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There are numerous readability measures like Flesch Readability test, Wiener Sachtextformel, etc. But is there someplace I could actually find common books listed with their respective reading ease scores? This source could be based on any of the major readability measures (Lesbarkeitsindex), The list would ideally be clearly categorized in terms of type (fiction, non-fiction, specialist texts, etc.).

I am an intermediate learner of German, and I am looking for books that are readable for someone like me. I can imagine such a source of scientifically measured readability would be helpful for all learners, so it would be wonderful if someone can suggest such an information source.

Edit: 8 years later The following resources are available for identifying the readability of German texts Psychometrica Deutschland. https://www.psychometrica.de/lix.html Supertext Schweiz. Schreiblabor. Wortliga Deutschland. Leicht lesbar Schweiz.

There is a Calibre plugin for sorting german ebooks as per readability scores, so this might help learners in collecting several Ebooks and then working through them as per readability scores

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    I suggest contacting a library, university, publishing company or book review agency, or maybe a catalogue company like Bertelsmann or even the Goethe Institut, who deal with this sort of thing for a living. – Kevin Apr 30 '12 at 5:29
  • I suggest to write a seperate answer based on your latest edit. – Arsak Feb 25 at 12:54
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When I was at a similar point in learning english, I thought childrens books are quite good, so I read Harry Potter. Also, when I read Charles Dickens, there may be many words I've never heard before, but the meaning is pretty obvious from the context. So in my opinion, this was quite a good choice.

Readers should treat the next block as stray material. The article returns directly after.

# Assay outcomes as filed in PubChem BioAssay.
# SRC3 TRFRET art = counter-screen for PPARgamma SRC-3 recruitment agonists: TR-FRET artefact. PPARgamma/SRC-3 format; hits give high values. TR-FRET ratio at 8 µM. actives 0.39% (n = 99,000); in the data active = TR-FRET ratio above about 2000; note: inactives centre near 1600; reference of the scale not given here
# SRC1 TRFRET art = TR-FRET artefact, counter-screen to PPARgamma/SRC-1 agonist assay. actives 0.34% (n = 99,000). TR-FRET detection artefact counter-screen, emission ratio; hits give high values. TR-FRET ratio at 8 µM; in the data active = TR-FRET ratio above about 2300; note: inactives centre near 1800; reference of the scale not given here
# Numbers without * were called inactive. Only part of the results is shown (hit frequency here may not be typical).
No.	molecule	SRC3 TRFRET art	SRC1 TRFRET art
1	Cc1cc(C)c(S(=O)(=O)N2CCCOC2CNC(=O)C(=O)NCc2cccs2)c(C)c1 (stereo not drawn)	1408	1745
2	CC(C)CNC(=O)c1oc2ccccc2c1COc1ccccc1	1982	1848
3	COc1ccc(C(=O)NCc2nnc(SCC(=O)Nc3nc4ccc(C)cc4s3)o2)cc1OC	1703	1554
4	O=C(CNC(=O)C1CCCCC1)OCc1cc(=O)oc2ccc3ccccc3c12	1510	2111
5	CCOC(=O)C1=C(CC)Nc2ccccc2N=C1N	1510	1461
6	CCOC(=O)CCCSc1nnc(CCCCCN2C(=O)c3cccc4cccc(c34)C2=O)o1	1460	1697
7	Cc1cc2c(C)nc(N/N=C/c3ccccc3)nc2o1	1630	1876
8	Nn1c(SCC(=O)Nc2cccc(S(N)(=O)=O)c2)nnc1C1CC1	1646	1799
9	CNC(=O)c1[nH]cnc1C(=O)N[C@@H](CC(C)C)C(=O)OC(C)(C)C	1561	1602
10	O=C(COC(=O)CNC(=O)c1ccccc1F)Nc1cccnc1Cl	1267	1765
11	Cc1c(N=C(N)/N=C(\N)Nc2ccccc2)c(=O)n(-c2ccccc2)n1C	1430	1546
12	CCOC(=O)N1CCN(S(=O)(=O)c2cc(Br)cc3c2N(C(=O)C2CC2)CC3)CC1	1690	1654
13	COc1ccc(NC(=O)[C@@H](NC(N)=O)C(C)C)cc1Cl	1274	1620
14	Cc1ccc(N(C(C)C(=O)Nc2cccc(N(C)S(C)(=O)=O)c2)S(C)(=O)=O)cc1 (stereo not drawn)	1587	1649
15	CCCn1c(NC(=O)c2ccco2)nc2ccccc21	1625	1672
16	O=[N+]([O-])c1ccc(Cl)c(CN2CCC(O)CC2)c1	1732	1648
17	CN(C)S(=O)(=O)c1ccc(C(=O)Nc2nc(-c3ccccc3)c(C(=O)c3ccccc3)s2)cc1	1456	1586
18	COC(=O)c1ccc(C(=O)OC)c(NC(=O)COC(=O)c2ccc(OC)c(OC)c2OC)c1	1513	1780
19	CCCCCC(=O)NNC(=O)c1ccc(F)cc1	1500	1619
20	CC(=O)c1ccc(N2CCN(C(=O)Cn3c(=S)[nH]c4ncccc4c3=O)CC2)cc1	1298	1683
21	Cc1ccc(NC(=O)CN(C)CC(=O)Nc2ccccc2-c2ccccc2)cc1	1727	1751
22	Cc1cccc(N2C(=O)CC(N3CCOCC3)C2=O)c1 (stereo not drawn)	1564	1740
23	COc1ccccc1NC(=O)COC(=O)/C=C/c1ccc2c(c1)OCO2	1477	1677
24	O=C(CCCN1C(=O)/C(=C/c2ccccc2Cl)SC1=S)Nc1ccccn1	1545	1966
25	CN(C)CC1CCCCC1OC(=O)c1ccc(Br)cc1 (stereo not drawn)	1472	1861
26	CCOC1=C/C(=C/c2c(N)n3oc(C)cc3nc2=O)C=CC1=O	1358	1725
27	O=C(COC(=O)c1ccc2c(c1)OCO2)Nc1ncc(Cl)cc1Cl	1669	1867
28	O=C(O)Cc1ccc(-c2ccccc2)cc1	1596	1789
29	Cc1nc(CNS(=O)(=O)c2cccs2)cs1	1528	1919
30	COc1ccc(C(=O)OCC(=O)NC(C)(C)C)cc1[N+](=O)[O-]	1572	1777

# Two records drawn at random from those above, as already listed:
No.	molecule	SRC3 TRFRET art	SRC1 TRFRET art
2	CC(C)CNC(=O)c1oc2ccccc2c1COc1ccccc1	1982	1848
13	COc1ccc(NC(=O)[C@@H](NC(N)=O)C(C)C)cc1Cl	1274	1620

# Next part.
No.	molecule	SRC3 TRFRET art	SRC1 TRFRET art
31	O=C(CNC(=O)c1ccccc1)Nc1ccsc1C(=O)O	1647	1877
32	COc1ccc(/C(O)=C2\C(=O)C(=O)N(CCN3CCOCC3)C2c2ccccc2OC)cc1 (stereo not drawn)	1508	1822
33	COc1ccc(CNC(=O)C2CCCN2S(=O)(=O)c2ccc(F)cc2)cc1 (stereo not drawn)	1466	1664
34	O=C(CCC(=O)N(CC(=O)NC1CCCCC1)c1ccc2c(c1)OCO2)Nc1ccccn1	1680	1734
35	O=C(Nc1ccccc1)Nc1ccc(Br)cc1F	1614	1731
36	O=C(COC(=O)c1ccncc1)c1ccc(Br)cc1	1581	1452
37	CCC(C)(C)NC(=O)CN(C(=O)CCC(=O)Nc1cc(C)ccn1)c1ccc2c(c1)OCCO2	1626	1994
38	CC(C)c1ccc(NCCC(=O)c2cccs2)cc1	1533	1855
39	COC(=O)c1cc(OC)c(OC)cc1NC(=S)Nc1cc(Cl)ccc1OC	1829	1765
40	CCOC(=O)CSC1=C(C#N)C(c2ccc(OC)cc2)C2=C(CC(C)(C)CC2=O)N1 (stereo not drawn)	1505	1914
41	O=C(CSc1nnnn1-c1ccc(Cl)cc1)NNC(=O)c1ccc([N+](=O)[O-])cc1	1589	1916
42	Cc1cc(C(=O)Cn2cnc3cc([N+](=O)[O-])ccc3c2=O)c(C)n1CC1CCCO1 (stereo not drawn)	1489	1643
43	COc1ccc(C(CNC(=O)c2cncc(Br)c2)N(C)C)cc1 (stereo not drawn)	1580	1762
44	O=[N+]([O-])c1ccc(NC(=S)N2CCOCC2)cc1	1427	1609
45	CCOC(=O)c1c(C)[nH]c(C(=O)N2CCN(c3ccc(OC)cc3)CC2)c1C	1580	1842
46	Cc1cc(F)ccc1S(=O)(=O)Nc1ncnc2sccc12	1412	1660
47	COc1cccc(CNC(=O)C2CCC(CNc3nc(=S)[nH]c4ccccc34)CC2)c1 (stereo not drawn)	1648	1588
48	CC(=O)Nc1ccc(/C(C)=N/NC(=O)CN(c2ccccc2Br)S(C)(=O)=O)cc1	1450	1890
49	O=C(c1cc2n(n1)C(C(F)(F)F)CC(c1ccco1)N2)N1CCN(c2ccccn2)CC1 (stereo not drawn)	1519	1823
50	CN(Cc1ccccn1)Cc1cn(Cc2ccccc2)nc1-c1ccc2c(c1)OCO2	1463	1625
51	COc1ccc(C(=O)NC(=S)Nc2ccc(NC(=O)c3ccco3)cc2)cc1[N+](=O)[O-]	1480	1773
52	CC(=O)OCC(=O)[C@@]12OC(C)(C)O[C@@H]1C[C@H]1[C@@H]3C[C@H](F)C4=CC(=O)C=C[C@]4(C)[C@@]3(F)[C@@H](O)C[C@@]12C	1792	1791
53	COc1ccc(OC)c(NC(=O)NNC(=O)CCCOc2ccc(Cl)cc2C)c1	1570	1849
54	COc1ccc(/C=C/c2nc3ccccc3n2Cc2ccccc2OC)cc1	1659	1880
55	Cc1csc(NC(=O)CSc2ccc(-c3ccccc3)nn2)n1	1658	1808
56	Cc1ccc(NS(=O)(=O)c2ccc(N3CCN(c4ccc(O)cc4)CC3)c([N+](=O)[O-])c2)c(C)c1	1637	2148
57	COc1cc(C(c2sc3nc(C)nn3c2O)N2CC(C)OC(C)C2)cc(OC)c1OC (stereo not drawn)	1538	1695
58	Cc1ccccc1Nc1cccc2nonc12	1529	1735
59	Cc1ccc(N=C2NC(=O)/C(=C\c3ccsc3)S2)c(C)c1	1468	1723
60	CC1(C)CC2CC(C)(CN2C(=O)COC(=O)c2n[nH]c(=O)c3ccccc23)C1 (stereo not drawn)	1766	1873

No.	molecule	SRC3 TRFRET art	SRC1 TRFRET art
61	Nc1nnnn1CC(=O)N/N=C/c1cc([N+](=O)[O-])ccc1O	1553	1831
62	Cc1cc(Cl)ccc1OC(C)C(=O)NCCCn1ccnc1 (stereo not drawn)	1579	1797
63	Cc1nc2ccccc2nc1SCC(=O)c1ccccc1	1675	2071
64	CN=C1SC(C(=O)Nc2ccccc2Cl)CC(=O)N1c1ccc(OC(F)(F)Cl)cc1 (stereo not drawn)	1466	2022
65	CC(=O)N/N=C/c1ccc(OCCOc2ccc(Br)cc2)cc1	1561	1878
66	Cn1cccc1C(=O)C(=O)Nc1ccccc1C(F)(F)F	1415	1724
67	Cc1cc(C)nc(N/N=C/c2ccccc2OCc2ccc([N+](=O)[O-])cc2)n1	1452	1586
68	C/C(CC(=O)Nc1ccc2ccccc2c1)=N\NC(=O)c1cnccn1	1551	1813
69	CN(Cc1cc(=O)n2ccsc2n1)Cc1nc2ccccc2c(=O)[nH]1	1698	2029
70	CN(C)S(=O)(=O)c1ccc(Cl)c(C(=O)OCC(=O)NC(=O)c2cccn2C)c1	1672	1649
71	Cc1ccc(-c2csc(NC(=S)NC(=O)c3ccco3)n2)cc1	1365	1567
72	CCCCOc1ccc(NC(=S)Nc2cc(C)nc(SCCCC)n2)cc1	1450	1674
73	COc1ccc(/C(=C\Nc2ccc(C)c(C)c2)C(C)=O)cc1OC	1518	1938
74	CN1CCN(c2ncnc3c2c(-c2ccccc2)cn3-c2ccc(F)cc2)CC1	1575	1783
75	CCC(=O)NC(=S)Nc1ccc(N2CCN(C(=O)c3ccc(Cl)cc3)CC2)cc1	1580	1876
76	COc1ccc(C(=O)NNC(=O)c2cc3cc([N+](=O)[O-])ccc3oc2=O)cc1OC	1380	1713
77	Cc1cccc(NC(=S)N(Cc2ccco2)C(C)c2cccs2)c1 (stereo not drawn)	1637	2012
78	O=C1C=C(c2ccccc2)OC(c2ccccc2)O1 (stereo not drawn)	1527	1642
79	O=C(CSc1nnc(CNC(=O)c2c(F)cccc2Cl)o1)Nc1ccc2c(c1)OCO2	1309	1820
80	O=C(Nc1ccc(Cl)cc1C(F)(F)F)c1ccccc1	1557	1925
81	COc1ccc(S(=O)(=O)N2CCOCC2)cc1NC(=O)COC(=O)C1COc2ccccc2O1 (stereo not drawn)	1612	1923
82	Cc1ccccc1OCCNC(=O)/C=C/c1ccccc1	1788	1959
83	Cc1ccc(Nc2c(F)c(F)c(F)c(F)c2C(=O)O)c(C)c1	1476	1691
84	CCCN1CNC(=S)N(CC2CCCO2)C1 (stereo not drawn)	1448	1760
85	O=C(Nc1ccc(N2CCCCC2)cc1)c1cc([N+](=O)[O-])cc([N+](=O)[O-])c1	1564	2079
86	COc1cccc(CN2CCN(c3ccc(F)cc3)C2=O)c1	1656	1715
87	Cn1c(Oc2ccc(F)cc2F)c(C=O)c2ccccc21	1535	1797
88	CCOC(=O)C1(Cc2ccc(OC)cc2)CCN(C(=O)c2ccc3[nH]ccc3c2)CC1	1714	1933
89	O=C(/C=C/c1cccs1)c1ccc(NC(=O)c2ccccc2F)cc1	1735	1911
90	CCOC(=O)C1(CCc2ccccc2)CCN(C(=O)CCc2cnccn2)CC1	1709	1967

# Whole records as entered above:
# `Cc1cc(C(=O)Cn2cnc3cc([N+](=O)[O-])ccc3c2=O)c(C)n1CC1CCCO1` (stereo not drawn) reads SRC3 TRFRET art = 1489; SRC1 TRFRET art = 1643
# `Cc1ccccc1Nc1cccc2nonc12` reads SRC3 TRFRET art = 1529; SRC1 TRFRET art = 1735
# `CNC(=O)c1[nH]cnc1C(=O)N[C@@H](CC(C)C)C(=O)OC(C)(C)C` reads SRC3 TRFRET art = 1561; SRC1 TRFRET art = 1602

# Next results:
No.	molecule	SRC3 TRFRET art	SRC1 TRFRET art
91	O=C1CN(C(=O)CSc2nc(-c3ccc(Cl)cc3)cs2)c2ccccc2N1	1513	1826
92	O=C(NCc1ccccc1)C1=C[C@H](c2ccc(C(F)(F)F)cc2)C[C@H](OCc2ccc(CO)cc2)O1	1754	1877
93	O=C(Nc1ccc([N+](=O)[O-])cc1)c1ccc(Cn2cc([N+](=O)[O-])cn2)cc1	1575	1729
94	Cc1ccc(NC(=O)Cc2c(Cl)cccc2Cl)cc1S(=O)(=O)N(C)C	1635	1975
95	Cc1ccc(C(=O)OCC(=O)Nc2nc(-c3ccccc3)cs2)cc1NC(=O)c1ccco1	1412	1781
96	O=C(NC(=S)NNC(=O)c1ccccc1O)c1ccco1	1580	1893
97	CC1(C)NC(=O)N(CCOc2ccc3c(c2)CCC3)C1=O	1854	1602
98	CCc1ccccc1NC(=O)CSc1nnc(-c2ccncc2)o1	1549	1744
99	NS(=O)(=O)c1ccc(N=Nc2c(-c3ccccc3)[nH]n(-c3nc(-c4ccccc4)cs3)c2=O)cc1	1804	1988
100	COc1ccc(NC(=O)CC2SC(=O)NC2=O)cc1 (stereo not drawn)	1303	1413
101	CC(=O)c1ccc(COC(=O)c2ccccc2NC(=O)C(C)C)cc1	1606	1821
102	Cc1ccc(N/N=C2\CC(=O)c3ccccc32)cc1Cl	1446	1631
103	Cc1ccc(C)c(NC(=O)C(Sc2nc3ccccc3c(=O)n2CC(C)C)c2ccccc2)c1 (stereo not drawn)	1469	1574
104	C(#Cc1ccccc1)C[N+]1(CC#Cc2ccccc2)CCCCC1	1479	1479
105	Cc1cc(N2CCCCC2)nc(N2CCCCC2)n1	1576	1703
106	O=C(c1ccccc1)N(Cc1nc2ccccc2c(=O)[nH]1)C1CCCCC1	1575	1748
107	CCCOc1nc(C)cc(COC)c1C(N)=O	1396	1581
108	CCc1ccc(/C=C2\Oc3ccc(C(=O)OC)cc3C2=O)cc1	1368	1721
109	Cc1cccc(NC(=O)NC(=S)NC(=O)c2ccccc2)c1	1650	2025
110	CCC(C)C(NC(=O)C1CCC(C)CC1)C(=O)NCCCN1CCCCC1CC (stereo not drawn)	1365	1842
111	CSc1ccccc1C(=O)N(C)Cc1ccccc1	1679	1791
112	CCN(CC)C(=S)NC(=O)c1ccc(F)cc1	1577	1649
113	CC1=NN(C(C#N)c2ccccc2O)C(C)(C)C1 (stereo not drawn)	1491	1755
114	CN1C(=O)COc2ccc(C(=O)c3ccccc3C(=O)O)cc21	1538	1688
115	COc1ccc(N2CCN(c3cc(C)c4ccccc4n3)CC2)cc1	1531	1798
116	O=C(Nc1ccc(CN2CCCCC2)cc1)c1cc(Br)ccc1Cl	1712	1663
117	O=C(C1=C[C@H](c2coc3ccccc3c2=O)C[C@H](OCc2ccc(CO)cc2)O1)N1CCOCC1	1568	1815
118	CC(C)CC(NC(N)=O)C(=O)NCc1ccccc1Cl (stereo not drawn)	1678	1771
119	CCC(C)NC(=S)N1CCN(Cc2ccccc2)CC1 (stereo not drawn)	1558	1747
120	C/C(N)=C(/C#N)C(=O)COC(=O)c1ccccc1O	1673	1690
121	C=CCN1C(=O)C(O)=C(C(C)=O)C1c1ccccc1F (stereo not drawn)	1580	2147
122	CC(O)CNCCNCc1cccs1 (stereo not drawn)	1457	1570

I also watch comedy (big bang theory) or read comics (manga), because they use quite a narrow group of words and if you've seen them all, it get's very easy.

So similar stuff in german would be books aimed at a younger audience, german tv-soaps or comics.

I personally like Andreas Eschbach. He does not only write "normal" books for everyone, but also such for teenagers and his style in writing is quite good. Also, those books don't really have that kind of childrens plot you may expect, but a serious one.

Good luck with you progress!

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    Thanks, this is a helpful comment, but doesn't really answer the question which is more about finding a source for readability scores measured according to one of the established metrics. – Ivar Persson May 3 '12 at 12:56
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Using the OP's first link, https://www.psychometrica.de/lix.html, I used it to calculate the "LIX" score (0-100) and its corresponding subjective difficulty label, for the entire first chapters of:

"Harry Potter und der Stein der Weisen": 37, niedrig (low)

"Für S.", a learn German by reading novella by Angelika Bohn: 28, sehr niedrig (very low)

"Digital in Dresden" the ninth book in the "Dino lernt Deutsch" series by André Klein: 41.6, niedrig (low)

that page explains that "unter 40: Kinder- und Jugendliteratur"

The results surprised me a bit, for two reasons. One: subjectively as a beginning German reader, I found Digital in Dresden the easiest, and Harry Potter the most difficult, of the three.

Two: using readability formulas for English at https://readabilityformulas.com/free-readability-formula-tests.php (but inputting the German texts) ranks Digital in Dresden as 4th grade level, Für S. as 5th grade, and Potter in German as 9th grade (Potter in English is scored as 5th grade).

Whether or not the grade levels are accurate given the language differences, both the order and the relative scores of the English formulas more closely match my subjective impressions: I read both Digital in Dresden and Fur S. with only a few dictionary lookups per page, each over the course of two days which felt more or less like leisure reading; Potter requires more lookups which makes it, for me for now, impossible to read easily.

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